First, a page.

Some infinities are bigger than others
Today I will attempt to explain simply an interesting mathematical truth about infinity and its relationship to the nature of truth.
Infinity is a characteristic rather than a number. If something is infinite, it means it does not end; its size is not finite, it cannot be measured. Yet what is more disconcerting about the infinite is that there is more than one kind and some are bigger than others. This seems absurd because you would think that to compare the size of two things you would need to measure them, but whatever is infinite is not measurable.
Comparing the size of two sets without counting
To compare the size of two sets of elements, counting is not the only solution. If we have two boxes with balls, we can indeed count the number of balls in each of them and see which box has more. But what if we do not want to count? We could take a ball from each box, pair them, and repeat this process. At the end, if the two boxes are the same size, all balls would be paired, otherwise there would be some balls leftover in one of the boxes. Hence, we do not have to count the balls to see if one box has more than the other, whichever box still contains balls is the largest.
Now, let’s generalize to infinite sets of elements. Take the set of whole numbers (1,2,3,4,…) and the set of even numbers (2,4,6,8,…). In both cases they have an infinite amount of numbers; there isn’t a last number. Note that the set of whole numbers contains the set of even numbers, so you might think that the set of whole numbers is bigger, but they actually have the same size. To make sure of that, we will pair each whole number with an even number and vice-versa. Mathematically, an even number is any number divisible by two, hence we can link both set with this formula : z=2*n. Indeed, 2=2*1, 4 =2*2, 6=2*3, 8 =4*(4), … As we can see each whole number is paired with an even number with this formula, and vice-versa, demonstrating there is the same amount of both.
Some infinities are bigger than others
Now let’s look at two infinite sets that do not have the same size: the whole numbers (1,2,3,…) and the real numbers (1,1.0001,1.2,1.5,…). I will show you that there are many more reals than integers. One first intuition to understand is that I was able to count the whole numbers one after the other 1,2,3,… but I am not able to count the real numbers. Let’s say I start with 1, what’s next? 1.1? 1.01? 1.000000001? As you can see, There is no number after 1. Between 1 and 10 there are 10 whole numbers but there are an infinite amount of real numbers between 1 and 10. This is why we say the whole numbers are infinitely countable while the reals are infinitely uncountable. To prove more thoroughly that there are more reals than whole numbers, I will use the well-known diagonal proof proposed by Cantor, one of the great mathematicians who studied the infinite.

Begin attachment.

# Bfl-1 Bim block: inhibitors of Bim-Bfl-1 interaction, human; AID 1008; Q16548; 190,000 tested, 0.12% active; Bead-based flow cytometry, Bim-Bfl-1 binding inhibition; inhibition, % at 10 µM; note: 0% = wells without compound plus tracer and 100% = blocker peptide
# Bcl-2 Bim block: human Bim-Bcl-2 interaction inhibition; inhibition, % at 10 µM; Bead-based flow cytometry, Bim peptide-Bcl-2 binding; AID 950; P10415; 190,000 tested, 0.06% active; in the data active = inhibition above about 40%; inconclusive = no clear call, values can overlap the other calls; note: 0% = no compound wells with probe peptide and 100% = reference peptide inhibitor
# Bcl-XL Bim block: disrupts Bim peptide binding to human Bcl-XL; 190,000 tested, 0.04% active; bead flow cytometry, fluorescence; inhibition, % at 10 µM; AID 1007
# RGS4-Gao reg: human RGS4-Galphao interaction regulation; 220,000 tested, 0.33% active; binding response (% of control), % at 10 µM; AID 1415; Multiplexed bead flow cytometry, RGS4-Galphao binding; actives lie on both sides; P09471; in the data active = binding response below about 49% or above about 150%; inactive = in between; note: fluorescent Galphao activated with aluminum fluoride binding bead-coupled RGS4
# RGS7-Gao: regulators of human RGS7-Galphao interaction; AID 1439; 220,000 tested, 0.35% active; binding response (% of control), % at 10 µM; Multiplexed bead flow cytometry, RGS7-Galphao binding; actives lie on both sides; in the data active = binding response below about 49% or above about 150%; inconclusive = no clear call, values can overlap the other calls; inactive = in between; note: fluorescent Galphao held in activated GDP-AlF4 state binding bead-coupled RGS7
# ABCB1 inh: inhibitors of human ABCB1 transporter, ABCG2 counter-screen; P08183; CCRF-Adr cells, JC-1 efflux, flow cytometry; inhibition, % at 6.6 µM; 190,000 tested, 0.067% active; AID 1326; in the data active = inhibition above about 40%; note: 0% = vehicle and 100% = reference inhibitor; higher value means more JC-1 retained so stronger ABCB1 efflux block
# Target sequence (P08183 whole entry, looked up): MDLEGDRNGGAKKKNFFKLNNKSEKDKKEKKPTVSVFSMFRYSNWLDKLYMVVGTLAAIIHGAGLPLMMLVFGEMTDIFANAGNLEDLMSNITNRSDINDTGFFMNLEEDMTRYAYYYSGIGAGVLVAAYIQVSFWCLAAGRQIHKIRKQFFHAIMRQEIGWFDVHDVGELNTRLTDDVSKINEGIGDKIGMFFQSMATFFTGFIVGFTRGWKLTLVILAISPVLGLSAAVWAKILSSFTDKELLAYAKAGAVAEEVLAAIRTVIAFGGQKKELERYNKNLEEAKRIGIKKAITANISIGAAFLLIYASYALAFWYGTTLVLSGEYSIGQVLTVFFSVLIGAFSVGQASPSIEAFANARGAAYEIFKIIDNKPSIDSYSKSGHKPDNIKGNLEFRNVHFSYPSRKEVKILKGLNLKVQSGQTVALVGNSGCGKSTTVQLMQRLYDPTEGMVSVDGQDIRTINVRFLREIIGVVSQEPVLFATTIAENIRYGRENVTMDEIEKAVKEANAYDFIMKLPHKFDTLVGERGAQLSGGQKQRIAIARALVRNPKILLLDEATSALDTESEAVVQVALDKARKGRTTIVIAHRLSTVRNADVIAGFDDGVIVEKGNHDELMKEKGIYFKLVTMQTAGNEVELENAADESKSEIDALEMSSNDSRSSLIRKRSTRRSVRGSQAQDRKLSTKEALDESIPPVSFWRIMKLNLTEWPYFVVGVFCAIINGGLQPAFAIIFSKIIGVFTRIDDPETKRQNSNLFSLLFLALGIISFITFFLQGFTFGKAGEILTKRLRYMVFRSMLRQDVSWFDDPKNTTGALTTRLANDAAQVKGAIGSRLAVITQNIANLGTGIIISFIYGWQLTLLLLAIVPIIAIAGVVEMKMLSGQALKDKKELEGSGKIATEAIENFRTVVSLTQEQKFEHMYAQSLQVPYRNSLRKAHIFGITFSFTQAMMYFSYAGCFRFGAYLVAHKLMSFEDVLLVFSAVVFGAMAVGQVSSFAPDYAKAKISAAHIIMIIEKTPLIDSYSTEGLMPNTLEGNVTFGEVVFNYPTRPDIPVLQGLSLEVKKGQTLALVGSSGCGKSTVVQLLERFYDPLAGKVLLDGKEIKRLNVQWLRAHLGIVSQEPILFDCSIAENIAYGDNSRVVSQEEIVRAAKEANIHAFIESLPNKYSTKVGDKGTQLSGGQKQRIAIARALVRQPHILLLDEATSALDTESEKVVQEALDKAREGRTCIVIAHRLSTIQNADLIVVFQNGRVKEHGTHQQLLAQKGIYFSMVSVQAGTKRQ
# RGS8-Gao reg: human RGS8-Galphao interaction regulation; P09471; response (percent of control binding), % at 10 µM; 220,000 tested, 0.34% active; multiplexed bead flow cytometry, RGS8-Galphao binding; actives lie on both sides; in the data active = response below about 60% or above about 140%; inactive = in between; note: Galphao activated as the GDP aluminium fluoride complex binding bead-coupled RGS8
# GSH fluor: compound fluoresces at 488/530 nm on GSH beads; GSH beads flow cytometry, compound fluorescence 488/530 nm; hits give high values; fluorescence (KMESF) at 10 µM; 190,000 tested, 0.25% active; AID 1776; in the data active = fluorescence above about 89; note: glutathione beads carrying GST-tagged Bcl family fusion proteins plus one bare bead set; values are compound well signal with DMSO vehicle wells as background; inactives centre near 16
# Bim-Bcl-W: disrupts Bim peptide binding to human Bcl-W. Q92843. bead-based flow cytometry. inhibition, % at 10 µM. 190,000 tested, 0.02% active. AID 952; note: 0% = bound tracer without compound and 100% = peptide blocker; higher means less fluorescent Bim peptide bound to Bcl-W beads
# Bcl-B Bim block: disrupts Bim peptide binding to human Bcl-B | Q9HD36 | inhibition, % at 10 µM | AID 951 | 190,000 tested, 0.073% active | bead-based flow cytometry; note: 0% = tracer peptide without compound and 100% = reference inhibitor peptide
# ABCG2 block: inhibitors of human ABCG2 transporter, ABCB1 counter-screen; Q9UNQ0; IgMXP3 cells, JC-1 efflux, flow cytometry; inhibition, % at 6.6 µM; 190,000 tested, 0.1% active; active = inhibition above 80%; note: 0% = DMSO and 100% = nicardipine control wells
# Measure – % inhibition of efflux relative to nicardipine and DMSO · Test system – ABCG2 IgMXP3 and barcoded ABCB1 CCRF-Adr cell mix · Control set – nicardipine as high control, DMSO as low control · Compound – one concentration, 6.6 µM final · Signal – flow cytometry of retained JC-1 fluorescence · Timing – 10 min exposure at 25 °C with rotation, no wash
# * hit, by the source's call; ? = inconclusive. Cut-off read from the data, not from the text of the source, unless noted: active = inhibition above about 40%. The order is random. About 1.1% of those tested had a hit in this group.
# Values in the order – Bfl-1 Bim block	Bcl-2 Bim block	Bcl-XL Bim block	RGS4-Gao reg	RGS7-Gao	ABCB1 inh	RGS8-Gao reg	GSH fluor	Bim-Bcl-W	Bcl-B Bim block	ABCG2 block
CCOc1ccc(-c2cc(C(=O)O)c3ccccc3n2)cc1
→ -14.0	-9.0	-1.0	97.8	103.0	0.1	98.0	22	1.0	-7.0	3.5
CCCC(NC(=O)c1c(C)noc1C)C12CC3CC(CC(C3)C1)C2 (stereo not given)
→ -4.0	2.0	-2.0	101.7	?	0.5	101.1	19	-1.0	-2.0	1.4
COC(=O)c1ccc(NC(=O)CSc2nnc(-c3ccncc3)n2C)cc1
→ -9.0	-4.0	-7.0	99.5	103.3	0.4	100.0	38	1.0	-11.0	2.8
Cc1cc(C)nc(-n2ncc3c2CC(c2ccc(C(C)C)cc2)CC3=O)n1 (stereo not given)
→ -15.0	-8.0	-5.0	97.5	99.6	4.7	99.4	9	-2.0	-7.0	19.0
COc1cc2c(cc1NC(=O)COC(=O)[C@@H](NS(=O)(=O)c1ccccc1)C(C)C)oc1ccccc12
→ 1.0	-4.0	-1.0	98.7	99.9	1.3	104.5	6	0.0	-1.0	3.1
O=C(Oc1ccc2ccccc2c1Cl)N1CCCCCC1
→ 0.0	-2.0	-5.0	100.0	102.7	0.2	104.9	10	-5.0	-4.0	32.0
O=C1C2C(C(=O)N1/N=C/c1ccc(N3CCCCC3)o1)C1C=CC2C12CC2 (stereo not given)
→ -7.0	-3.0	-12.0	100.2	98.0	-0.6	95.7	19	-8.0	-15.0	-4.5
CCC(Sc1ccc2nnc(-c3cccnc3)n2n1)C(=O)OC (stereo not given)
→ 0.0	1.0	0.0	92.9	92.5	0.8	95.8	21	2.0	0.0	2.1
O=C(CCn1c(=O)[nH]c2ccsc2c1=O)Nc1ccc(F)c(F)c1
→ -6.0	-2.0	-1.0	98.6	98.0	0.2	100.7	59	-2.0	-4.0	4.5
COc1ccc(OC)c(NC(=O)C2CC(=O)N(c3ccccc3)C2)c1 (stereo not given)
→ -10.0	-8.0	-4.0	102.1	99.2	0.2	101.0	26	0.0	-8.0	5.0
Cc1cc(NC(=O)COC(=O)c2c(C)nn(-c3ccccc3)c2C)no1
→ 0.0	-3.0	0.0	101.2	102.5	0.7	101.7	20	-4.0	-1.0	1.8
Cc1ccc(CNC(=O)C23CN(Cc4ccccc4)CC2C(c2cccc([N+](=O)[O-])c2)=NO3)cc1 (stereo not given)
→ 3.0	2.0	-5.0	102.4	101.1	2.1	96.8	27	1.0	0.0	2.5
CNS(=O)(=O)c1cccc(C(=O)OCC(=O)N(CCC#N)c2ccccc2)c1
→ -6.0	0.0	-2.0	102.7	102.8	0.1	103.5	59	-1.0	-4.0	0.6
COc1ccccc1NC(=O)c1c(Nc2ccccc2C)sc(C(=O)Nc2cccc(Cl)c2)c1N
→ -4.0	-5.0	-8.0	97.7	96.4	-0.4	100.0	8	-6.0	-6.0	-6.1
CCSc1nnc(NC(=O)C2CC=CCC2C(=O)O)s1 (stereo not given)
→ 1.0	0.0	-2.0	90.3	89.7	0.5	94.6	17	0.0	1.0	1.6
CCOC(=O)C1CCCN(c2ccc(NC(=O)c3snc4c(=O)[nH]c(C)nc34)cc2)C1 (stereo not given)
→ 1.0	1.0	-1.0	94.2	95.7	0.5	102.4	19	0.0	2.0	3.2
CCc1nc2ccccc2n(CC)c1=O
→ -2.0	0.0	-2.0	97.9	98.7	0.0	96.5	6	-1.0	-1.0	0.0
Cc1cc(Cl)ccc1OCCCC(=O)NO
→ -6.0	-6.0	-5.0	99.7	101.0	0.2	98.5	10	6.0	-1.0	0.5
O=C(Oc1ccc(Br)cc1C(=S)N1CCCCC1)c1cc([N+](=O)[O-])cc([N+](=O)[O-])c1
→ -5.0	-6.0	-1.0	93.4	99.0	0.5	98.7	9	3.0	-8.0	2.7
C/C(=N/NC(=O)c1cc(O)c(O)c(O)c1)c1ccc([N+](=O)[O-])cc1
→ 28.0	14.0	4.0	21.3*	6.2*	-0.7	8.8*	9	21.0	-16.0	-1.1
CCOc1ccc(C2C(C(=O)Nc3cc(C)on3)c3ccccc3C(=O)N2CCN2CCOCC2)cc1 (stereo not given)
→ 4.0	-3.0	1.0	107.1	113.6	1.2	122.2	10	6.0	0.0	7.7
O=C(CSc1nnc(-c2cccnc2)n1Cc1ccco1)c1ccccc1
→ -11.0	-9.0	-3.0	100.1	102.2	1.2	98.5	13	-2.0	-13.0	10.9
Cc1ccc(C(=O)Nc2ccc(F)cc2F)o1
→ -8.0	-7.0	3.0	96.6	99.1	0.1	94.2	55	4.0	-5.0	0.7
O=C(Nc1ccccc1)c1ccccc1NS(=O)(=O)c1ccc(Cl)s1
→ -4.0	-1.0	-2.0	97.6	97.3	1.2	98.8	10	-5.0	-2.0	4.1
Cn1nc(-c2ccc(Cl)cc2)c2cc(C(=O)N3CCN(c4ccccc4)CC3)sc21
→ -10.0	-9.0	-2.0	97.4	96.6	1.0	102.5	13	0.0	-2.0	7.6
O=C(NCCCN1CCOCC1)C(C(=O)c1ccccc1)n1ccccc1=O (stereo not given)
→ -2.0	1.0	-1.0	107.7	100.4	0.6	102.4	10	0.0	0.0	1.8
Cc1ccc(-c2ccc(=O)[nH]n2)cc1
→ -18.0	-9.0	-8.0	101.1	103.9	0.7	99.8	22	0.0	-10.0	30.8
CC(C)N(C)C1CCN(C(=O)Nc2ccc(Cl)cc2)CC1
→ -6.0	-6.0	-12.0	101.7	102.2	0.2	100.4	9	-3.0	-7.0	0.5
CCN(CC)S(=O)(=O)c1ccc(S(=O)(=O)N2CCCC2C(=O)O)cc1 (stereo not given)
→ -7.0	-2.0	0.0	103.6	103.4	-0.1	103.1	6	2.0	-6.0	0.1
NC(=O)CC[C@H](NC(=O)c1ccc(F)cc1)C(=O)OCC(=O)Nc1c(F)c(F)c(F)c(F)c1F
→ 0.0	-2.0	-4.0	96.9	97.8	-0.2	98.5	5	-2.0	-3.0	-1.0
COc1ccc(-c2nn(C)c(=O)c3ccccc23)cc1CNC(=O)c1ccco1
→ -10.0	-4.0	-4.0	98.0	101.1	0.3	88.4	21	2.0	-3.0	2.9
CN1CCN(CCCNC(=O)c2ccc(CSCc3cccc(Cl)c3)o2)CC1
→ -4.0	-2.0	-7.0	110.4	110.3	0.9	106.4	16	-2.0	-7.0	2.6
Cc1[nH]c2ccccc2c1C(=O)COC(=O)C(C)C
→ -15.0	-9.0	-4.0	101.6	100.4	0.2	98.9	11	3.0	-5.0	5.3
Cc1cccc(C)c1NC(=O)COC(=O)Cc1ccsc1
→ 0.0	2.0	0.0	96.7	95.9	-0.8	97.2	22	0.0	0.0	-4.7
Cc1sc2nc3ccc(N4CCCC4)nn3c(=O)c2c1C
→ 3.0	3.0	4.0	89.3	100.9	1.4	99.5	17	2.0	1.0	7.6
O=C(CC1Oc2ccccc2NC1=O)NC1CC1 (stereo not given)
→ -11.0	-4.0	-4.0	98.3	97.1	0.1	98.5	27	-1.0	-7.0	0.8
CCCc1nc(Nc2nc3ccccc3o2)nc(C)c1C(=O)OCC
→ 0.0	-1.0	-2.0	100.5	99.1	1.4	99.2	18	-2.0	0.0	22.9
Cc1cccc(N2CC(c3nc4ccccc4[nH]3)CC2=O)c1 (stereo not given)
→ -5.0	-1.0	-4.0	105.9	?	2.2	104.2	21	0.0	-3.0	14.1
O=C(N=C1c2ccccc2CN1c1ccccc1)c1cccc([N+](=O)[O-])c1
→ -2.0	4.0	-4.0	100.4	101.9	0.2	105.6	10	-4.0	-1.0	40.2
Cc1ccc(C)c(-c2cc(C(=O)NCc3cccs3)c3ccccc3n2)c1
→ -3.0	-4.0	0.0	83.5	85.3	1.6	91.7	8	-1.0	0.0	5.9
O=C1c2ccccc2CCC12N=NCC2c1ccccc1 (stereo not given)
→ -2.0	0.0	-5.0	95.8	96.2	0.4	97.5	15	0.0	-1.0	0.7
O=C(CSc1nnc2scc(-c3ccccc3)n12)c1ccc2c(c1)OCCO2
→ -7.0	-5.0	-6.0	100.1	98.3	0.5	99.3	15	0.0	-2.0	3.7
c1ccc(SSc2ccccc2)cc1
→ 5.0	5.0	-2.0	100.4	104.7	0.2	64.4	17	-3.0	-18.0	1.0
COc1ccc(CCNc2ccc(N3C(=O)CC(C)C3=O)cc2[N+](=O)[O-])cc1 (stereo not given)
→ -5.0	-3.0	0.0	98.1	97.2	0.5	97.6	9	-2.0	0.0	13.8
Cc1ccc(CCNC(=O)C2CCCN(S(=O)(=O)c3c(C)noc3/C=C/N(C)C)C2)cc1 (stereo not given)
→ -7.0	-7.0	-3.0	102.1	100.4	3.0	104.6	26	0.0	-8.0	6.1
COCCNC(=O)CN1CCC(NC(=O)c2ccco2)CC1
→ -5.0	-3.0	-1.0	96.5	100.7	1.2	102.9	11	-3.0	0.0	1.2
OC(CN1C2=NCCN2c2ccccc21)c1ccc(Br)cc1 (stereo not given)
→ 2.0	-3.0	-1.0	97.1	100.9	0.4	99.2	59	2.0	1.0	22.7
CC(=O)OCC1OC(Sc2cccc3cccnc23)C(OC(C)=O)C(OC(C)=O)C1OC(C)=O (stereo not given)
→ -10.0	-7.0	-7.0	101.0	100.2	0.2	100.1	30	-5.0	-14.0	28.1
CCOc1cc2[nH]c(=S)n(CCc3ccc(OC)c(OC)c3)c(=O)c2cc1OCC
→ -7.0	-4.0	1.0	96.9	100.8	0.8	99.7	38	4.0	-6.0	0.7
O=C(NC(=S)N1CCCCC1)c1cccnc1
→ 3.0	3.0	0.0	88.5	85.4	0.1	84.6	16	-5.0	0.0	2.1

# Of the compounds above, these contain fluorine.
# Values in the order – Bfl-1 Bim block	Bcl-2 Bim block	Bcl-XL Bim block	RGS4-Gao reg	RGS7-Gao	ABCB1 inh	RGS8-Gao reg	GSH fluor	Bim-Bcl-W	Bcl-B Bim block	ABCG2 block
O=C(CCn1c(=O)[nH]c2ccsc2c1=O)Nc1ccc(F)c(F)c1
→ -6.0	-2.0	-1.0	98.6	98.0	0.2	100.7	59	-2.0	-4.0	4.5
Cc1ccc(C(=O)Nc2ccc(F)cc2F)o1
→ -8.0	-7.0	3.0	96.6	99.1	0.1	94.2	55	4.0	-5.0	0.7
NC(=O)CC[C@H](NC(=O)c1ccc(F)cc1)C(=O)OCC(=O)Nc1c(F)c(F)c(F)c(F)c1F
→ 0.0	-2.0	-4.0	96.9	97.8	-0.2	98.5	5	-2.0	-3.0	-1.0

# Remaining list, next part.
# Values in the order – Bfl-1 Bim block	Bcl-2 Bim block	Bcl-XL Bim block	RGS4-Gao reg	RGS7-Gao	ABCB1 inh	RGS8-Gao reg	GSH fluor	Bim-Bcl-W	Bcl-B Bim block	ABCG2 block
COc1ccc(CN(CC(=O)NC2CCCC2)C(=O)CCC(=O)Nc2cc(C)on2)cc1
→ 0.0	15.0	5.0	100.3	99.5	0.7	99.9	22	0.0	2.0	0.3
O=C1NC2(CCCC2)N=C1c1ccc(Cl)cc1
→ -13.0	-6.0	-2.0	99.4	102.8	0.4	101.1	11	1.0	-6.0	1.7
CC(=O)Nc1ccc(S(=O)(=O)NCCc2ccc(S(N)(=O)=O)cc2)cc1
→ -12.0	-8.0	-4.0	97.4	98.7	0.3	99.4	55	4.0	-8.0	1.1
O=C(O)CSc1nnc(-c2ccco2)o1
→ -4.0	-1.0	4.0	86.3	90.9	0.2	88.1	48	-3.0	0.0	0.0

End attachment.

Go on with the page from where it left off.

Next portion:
Imagine you could pair every whole number with a real number, as shown in the image above. On the left we enumerate all of the whole numbers and on the right for each whole number we choose a real number. Remember reals can’t be enumerated, so I had to choose them at random. Note also that this list is infinite because we try to pair all the reals and integers.
Let’s construct a new number. Even though you have used an infinite amount of whole numbers, there are still some real numbers leftover. We will find one of these real by construction. More precisely, for each whole number n, take the nth digit from its associated real number. In the image we can see that for 1 we take 1, for 2 we take 6, 3 gives us 5, etc. At the end we have the number 1.65985944… Take each digit of this number and change them to some other digit. What we get is this new number 2.76096055….
This number is not paired with any whole number. Since we changed the first digit, it can’t be the first real number in the list, but then it can’t be the second nor any of them due to its construction. This number is not paired with any whole number! Even though we paired all of them with a real already. And this number we have created is not alone; there are an infinite number of them. Indeed, there are an infinite number of ways we could have constructed such a number.
Hence, the set of real numbers is larger than the set of whole numbers. It is infinitely larger in fact and this is due to its uncountability. The real numbers are so large that after we have paired all of the whole number with a real, we still have the same amount of real leftover! We barely had to use any real number to pair them with all of the whole numbers.
I have proven to you that some infinities are bigger than others, you might say : “Why do we care?”. Well, this is actually extremely important because from this fact you can prove that there are some things you cannot prove to be true. In computer science we call these “undecidable problems” and in math, Gödel’s theorem of incompleteness tells a similar story. Basically, there is an infinite and uncountable amount of questions but only an countably infinite number of ways to answer these questions. While both are infinite, one is bigger than the other and thus there are questions that cannot be answered. For the curious, here is a list of known undecidable problems.